New Poll Shows GOP Voter Views on Crime Solutions
While a majority of likely Republican voters in Mississippi have faith in our criminal justice system, they want to see swifter action in catching and prosecuting offenders and, relatedly, they want more police on the streets. Voters overwhelmingly favor these solutions rather than longer sentencing to address the state’s crime rate.
Empower Mississippi released these and other findings from a poll it commissioned related to public safety and the criminal justice system.
This comes as the legislature is considering bills in the final days of the legislative session that are intended to address crime by changing the length of sentences for certain crimes.
Among the key findings on sentencing:
- 73 percent of GOP voters in the Magnolia State trust their local judges to “appropriately sentence someone for the crime they have committed.”
- Only 12 percent believe “longer sentences for offenders” is the “solution for addressing crime.” The top two preferred solutions, for a combined 55 percent, were “swifter action in catching and prosecuting offenders” (34 percent) and the related “more police on the streets” (21 percent).
- When asked, “Do you think sentencing in Mississippi is too stringent or too lenient?” 62 percent say it depends on the case and the court; 8 percent say sentences are too long; 21 percent say prison terms are too short.
On Mississippi’s incarceration rate:
- Mississippi has a growing prison population and has the highest incarceration rate in the United States. Though this fact was not mentioned by the pollsters in their questioning, they did point out that Mississippi taxpayers will spend about $400 million on the state prison system this year. When told this, 52 percent said they support reducing the current prison population, versus only 35 percent who say the state should invest in building more prisons.
- More than half (55 percent) of GOP voters polled said “reducing the imprisonment rate should be a goal of the state,” with most saying they support that goal “only if it can be done in a way that keeps the public safe.”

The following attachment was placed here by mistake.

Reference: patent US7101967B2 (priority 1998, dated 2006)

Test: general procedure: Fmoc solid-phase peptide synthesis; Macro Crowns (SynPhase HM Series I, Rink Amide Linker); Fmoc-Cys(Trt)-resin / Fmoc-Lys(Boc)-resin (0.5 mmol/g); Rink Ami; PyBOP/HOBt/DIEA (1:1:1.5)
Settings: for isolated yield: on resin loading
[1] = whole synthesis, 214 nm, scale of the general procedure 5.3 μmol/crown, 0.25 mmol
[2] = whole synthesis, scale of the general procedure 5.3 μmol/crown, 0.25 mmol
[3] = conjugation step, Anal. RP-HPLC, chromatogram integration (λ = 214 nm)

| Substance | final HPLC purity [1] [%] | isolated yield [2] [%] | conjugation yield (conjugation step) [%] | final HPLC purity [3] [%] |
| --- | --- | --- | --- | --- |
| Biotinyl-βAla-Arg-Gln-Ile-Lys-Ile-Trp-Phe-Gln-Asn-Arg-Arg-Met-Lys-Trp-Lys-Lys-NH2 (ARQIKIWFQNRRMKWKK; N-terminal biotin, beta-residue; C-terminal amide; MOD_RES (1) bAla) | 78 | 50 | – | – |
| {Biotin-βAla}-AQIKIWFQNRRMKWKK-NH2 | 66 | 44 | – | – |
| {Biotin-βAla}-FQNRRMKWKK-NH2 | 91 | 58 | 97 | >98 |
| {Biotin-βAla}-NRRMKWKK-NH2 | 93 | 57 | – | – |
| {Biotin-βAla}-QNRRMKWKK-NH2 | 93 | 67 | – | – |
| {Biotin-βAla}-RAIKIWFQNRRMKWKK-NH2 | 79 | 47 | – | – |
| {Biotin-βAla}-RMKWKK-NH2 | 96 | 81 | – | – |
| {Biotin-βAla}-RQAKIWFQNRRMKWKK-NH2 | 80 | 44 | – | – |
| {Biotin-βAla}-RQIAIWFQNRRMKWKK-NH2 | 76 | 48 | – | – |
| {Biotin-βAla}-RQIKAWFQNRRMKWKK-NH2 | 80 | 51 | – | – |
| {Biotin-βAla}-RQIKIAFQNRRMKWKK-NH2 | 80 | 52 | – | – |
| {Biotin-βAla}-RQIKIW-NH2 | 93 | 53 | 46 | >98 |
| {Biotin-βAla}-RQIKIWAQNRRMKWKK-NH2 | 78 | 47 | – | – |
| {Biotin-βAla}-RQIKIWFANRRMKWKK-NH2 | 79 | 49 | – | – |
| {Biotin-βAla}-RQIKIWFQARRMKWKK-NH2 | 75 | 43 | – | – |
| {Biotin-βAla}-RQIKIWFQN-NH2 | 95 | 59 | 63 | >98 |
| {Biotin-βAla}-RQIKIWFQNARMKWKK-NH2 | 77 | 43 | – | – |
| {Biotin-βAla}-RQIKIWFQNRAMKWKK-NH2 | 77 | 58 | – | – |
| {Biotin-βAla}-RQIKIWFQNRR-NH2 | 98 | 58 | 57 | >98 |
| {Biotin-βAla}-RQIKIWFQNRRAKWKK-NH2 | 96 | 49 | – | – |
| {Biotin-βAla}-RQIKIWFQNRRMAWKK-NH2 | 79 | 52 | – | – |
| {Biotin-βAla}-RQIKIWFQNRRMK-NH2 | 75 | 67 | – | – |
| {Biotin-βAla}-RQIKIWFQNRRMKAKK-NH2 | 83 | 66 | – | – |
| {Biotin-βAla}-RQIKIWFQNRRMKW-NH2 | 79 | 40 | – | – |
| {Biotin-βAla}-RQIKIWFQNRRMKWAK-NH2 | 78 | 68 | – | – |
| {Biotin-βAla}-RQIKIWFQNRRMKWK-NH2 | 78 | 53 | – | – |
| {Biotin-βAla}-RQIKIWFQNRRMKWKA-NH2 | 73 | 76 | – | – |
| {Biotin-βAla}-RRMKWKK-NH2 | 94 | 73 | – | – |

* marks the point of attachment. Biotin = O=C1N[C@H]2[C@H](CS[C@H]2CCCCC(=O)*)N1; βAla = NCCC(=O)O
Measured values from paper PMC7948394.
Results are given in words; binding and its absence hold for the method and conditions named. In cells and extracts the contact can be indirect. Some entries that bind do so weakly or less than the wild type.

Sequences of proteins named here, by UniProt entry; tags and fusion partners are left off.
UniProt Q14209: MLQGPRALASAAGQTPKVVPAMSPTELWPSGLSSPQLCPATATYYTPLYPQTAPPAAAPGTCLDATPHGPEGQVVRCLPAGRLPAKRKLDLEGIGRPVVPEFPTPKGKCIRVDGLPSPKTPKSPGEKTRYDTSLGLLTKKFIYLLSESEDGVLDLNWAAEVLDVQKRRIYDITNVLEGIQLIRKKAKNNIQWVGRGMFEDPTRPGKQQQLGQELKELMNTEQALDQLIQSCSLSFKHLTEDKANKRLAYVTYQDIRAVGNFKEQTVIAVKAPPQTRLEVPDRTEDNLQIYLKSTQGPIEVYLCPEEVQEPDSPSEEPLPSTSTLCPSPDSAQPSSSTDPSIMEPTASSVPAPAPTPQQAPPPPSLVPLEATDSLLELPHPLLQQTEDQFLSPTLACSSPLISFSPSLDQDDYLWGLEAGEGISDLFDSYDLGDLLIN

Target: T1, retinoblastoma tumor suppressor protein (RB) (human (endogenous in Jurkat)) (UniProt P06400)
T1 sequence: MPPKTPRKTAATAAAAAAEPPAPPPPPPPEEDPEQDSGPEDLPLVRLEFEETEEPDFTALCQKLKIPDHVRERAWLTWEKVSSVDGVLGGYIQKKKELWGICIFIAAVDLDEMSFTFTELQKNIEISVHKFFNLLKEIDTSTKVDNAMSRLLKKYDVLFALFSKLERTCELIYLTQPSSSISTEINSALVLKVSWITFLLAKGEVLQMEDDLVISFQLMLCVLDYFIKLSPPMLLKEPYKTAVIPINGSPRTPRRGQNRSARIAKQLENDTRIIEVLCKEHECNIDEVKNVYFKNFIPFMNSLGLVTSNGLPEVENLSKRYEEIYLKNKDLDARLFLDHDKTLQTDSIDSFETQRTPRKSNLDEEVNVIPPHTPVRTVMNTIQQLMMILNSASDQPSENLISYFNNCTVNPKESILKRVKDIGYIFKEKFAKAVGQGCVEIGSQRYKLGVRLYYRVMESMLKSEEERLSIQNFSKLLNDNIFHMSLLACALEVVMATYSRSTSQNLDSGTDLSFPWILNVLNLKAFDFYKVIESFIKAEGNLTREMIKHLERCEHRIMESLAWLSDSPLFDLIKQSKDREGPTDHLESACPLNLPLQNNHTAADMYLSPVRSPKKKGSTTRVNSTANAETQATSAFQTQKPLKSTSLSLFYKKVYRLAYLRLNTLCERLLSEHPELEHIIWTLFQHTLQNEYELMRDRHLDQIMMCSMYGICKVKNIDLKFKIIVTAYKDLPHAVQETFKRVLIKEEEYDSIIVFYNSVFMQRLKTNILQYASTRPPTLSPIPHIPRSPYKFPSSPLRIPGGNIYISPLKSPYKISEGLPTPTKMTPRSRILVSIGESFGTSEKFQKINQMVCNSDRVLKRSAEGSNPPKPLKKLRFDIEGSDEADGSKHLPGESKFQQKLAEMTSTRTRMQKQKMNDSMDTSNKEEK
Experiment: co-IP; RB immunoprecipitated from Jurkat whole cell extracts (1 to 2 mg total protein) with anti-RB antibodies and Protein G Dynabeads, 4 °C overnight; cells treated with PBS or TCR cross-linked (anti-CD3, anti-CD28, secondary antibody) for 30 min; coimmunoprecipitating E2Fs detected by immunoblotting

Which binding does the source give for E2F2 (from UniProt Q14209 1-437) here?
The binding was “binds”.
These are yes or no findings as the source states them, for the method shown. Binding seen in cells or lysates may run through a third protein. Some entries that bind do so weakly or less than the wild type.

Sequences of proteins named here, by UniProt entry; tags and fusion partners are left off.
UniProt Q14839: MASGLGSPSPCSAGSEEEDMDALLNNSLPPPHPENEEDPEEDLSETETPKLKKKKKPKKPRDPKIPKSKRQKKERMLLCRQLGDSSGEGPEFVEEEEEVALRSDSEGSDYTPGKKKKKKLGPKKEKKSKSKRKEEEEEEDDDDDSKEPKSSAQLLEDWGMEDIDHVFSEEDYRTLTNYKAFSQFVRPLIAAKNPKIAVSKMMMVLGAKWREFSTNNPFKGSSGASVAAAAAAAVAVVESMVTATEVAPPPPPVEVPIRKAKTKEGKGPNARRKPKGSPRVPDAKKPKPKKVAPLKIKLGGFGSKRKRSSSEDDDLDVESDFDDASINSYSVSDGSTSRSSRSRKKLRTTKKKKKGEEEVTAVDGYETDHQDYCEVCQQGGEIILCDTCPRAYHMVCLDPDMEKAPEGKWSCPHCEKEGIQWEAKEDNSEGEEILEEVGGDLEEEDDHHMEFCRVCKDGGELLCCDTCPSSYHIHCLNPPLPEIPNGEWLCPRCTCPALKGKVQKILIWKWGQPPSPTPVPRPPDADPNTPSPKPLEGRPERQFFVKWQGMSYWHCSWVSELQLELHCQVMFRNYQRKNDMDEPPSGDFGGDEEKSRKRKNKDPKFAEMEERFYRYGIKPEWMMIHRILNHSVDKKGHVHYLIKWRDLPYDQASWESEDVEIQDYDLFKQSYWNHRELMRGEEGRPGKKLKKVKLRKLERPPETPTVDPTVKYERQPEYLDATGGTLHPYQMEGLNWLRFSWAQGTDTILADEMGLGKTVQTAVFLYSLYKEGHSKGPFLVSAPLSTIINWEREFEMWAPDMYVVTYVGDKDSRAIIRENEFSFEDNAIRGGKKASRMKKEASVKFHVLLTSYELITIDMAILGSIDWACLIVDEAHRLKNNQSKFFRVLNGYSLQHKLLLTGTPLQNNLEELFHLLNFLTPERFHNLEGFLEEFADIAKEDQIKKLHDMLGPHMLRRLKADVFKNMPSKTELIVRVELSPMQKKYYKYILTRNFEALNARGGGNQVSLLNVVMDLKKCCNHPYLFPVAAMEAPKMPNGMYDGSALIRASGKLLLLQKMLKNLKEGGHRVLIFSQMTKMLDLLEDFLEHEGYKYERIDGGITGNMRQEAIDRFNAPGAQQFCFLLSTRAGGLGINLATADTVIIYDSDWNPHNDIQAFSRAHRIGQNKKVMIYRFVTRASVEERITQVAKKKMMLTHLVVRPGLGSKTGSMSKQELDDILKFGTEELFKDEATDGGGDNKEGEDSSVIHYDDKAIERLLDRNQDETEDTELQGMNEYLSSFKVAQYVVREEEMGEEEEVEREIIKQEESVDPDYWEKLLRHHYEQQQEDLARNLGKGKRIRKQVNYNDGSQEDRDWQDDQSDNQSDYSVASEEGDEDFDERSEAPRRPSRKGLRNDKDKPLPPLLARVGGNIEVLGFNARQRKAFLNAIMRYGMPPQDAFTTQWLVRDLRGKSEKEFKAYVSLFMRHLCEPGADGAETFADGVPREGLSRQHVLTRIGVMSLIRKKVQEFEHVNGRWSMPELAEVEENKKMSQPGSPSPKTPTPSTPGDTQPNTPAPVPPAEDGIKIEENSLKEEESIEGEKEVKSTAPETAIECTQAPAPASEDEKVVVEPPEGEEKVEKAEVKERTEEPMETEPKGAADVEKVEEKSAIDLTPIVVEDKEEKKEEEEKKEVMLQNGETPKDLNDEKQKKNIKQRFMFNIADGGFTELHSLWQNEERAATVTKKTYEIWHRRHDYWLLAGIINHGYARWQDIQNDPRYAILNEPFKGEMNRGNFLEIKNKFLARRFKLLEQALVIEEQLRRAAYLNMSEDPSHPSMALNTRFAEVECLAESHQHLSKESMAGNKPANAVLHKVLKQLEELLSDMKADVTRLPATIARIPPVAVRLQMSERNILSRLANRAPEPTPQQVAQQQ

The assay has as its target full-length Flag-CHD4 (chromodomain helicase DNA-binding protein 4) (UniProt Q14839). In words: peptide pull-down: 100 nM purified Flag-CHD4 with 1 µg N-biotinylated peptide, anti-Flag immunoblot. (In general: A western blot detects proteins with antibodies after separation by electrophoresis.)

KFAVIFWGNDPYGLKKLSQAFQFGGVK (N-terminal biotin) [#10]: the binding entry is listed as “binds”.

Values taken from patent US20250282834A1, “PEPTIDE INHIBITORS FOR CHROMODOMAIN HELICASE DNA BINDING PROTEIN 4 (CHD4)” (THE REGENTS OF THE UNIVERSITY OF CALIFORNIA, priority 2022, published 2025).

- A large majority (72 percent) of Republicans support the state’s spending money to reduce recidivism and help former prisoners re-integrate into society successfully. Only 20 percent are opposed.
Empower Mississippi Senior Advisor Forest Thigpen said, “These results show that Republican voters understand we can’t incarcerate our way out of our crime issues. Certainly there should be consequences for breaking the law, but we already have the highest imprisonment rate in the nation, so if putting all criminals behind bars for a long time was the answer, our crime rate would be negligible. There are other ways to reduce crime.”
Thigpen pointed to a recent report from Empower Mississippi titled, “Violent Crime in Mississippi: A Data-Supported Analysis and Evidence-Based Solutions,” which analyzes FBI crime data for Mississippi since 2010 and makes recommendations for solutions.
“Legislators are now considering bills that would go against the evidence-based solutions in that report, and this poll shows that Republican voters want effective solutions, not just ones that sound good,” Thigpen said.
He said Senate Bills 2099, 2100, and 2101, in their current forms, would mandate minimum sentences for certain property crimes, with no possibility of parole or probation.
“This means the legislature would be mandating a one-size-fits-all sentence instead of allowing local judges to consider the circumstances and perhaps, in some cases, issue a punishment that would be more effective and less expensive than prison,” said Thigpen. “This poll shows that Republican voters believe circumstances matter, and they trust their local judges to make those decisions.”
The poll, a “probabilistic survey” was conducted for Empower Mississippi by Cygnal, an award-winning international polling, public opinion, and predictive analytics firm. It was conducted on March 14-15, 2023, with 400 likely Republican primary election voters across Mississippi. It has a margin of error of ±4.80 percent.
See the full poll results here.